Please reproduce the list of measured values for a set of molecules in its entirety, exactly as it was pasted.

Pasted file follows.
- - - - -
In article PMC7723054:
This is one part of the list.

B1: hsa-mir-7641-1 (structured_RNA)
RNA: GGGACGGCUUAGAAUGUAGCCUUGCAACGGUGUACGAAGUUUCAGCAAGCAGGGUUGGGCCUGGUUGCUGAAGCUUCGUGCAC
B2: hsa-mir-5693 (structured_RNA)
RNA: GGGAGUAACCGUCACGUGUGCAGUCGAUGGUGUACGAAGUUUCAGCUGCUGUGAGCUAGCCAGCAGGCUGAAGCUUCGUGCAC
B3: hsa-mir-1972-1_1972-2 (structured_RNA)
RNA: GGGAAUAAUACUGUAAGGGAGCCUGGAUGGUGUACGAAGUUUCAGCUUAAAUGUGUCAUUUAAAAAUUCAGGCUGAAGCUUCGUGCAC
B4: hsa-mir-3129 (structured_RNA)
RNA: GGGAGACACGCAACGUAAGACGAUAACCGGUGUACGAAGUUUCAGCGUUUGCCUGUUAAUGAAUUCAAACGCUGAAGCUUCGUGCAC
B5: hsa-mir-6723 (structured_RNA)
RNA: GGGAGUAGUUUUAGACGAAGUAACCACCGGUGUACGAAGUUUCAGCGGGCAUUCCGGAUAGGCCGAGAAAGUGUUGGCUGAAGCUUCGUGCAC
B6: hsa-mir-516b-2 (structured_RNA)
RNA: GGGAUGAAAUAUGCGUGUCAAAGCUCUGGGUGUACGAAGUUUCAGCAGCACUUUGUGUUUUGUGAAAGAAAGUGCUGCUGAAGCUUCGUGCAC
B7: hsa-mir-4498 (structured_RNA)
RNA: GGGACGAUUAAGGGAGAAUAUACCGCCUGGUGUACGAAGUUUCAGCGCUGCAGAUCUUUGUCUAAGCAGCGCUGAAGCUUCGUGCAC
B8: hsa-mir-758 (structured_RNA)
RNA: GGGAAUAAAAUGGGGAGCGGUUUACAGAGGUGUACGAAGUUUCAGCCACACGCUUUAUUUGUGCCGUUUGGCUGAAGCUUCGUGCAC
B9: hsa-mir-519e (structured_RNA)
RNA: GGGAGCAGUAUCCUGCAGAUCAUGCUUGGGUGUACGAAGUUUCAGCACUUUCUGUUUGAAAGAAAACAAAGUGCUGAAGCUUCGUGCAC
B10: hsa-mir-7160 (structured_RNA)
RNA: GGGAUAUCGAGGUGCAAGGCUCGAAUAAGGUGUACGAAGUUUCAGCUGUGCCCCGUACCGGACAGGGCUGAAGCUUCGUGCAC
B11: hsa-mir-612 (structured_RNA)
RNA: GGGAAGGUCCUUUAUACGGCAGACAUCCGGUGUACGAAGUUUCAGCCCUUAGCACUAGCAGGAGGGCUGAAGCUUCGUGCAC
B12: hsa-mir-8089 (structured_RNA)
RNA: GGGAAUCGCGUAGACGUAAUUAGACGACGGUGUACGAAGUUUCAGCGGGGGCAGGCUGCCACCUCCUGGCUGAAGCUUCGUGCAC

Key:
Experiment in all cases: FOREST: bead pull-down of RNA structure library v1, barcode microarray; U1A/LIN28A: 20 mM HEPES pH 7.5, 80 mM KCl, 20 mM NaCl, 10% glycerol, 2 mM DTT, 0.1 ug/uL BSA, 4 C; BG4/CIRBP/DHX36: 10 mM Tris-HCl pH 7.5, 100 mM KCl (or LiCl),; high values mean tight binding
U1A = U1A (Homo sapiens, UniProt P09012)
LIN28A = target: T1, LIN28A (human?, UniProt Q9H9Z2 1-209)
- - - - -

In article PMC7723054:
This is one part of the list.

B1: hsa-mir-7641-1 (structured_RNA)
RNA: GGGACGGCUUAGAAUGUAGCCUUGCAACGGUGUACGAAGUUUCAGCAAGCAGGGUUGGGCCUGGUUGCUGAAGCUUCGUGCAC
B2: hsa-mir-5693 (structured_RNA)
RNA: GGGAGUAACCGUCACGUGUGCAGUCGAUGGUGUACGAAGUUUCAGCUGCUGUGAGCUAGCCAGCAGGCUGAAGCUUCGUGCAC
B3: hsa-mir-1972-1_1972-2 (structured_RNA)
RNA: GGGAAUAAUACUGUAAGGGAGCCUGGAUGGUGUACGAAGUUUCAGCUUAAAUGUGUCAUUUAAAAAUUCAGGCUGAAGCUUCGUGCAC
B4: hsa-mir-3129 (structured_RNA)
RNA: GGGAGACACGCAACGUAAGACGAUAACCGGUGUACGAAGUUUCAGCGUUUGCCUGUUAAUGAAUUCAAACGCUGAAGCUUCGUGCAC
B5: hsa-mir-6723 (structured_RNA)
RNA: GGGAGUAGUUUUAGACGAAGUAACCACCGGUGUACGAAGUUUCAGCGGGCAUUCCGGAUAGGCCGAGAAAGUGUUGGCUGAAGCUUCGUGCAC
B6: hsa-mir-516b-2 (structured_RNA)
RNA: GGGAUGAAAUAUGCGUGUCAAAGCUCUGGGUGUACGAAGUUUCAGCAGCACUUUGUGUUUUGUGAAAGAAAGUGCUGCUGAAGCUUCGUGCAC
B7: hsa-mir-4498 (structured_RNA)
RNA: GGGACGAUUAAGGGAGAAUAUACCGCCUGGUGUACGAAGUUUCAGCGCUGCAGAUCUUUGUCUAAGCAGCGCUGAAGCUUCGUGCAC
B8: hsa-mir-758 (structured_RNA)
RNA: GGGAAUAAAAUGGGGAGCGGUUUACAGAGGUGUACGAAGUUUCAGCCACACGCUUUAUUUGUGCCGUUUGGCUGAAGCUUCGUGCAC
B9: hsa-mir-519e (structured_RNA)
RNA: GGGAGCAGUAUCCUGCAGAUCAUGCUUGGGUGUACGAAGUUUCAGCACUUUCUGUUUGAAAGAAAACAAAGUGCUGAAGCUUCGUGCAC
B10: hsa-mir-7160 (structured_RNA)
RNA: GGGAUAUCGAGGUGCAAGGCUCGAAUAAGGUGUACGAAGUUUCAGCUGUGCCCCGUACCGGACAGGGCUGAAGCUUCGUGCAC
B11: hsa-mir-612 (structured_RNA)
RNA: GGGAAGGUCCUUUAUACGGCAGACAUCCGGUGUACGAAGUUUCAGCCCUUAGCACUAGCAGGAGGGCUGAAGCUUCGUGCAC
B12: hsa-mir-8089 (structured_RNA)
RNA: GGGAAUCGCGUAGACGUAAUUAGACGACGGUGUACGAAGUUUCAGCGGGGGCAGGCUGCCACCUCCUGGCUGAAGCUUCGUGCAC

Key:
Experiment in all cases: FOREST: bead pull-down of RNA structure library v1, barcode microarray; U1A/LIN28A: 20 mM HEPES pH 7.5, 80 mM KCl, 20 mM NaCl, 10% glycerol, 2 mM DTT, 0.1 ug/uL BSA, 4 C; BG4/CIRBP/DHX36: 10 mM Tris-HCl pH 7.5, 100 mM KCl (or LiCl),; high values mean tight binding
U1A = U1A (Homo sapiens, UniProt P09012)
LIN28A = target: T1, LIN28A (human?, UniProt Q9H9Z2 1-209)